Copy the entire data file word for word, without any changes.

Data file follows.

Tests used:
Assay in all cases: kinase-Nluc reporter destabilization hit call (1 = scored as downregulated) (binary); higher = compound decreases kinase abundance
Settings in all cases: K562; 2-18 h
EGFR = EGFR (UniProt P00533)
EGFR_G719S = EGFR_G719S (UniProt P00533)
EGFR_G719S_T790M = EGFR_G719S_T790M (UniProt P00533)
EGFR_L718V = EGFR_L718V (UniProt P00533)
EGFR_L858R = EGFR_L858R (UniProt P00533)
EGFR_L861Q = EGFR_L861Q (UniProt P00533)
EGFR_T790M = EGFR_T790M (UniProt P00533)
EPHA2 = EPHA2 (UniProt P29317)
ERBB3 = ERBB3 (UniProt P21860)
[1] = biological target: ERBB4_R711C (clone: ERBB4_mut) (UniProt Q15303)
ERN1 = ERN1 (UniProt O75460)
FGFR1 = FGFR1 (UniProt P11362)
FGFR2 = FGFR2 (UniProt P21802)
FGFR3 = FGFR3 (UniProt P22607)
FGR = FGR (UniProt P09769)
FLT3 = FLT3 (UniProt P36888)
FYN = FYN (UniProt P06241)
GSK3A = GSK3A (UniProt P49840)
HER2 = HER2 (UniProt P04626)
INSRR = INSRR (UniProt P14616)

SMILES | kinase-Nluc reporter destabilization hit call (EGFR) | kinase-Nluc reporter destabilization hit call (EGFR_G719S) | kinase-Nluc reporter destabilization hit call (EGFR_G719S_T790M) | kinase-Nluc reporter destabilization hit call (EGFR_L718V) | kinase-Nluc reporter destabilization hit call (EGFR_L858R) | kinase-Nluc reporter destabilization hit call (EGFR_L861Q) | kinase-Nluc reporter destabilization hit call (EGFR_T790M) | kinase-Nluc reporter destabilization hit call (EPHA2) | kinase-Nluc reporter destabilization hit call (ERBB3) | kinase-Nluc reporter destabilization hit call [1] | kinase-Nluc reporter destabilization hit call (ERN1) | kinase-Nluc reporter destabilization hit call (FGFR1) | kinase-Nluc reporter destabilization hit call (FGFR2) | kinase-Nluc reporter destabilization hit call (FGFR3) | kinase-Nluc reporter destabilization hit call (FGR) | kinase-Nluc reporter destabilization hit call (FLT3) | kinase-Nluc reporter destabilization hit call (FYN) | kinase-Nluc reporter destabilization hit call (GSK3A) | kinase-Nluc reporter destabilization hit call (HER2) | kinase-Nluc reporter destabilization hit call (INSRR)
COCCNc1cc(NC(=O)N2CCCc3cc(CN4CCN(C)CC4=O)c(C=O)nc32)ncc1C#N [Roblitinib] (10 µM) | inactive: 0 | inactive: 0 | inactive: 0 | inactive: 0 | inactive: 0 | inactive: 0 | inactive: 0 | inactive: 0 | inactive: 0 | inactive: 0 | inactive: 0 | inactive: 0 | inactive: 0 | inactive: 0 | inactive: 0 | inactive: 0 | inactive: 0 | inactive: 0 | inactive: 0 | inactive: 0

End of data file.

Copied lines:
Tests used:
Assay in all cases: kinase-Nluc reporter destabilization hit call (1 = scored as downregulated) (binary); higher = compound decreases kinase abundance
Settings in all cases: K562; 2-18 h
EGFR = EGFR (UniProt P00533)
EGFR_G719S = EGFR_G719S (UniProt P00533)
EGFR_G719S_T790M = EGFR_G719S_T790M (UniProt P00533)
EGFR_L718V = EGFR_L718V (UniProt P00533)
EGFR_L858R = EGFR_L858R (UniProt P00533)
EGFR_L861Q = EGFR_L861Q (UniProt P00533)
EGFR_T790M = EGFR_T790M (UniProt P00533)
EPHA2 = EPHA2 (UniProt P29317)
ERBB3 = ERBB3 (UniProt P21860)
[1] = biological target: ERBB4_R711C (clone: ERBB4_mut) (UniProt Q15303)
ERN1 = ERN1 (UniProt O75460)
FGFR1 = FGFR1 (UniProt P11362)
FGFR2 = FGFR2 (UniProt P21802)
FGFR3 = FGFR3 (UniProt P22607)
FGR = FGR (UniProt P09769)
FLT3 = FLT3 (UniProt P36888)
FYN = FYN (UniProt P06241)
GSK3A = GSK3A (UniProt P49840)
HER2 = HER2 (UniProt P04626)
INSRR = INSRR (UniProt P14616)

SMILES | kinase-Nluc reporter destabilization hit call (EGFR) | kinase-Nluc reporter destabilization hit call (EGFR_G719S) | kinase-Nluc reporter destabilization hit call (EGFR_G719S_T790M) | kinase-Nluc reporter destabilization hit call (EGFR_L718V) | kinase-Nluc reporter destabilization hit call (EGFR_L858R) | kinase-Nluc reporter destabilization hit call (EGFR_L861Q) | kinase-Nluc reporter destabilization hit call (EGFR_T790M) | kinase-Nluc reporter destabilization hit call (EPHA2) | kinase-Nluc reporter destabilization hit call (ERBB3) | kinase-Nluc reporter destabilization hit call [1] | kinase-Nluc reporter destabilization hit call (ERN1) | kinase-Nluc reporter destabilization hit call (FGFR1) | kinase-Nluc reporter destabilization hit call (FGFR2) | kinase-Nluc reporter destabilization hit call (FGFR3) | kinase-Nluc reporter destabilization hit call (FGR) | kinase-Nluc reporter destabilization hit call (FLT3) | kinase-Nluc reporter destabilization hit call (FYN) | kinase-Nluc reporter destabilization hit call (GSK3A) | kinase-Nluc reporter destabilization hit call (HER2) | kinase-Nluc reporter destabilization hit call (INSRR)
COCCNc1cc(NC(=O)N2CCCc3cc(CN4CCN(C)CC4=O)c(C=O)nc32)ncc1C#N [Roblitinib] (10 µM) | inactive: 0 | inactive: 0 | inactive: 0 | inactive: 0 | inactive: 0 | inactive: 0 | inactive: 0 | inactive: 0 | inactive: 0 | inactive: 0 | inactive: 0 | inactive: 0 | inactive: 0 | inactive: 0 | inactive: 0 | inactive: 0 | inactive: 0 | inactive: 0 | inactive: 0 | inactive: 0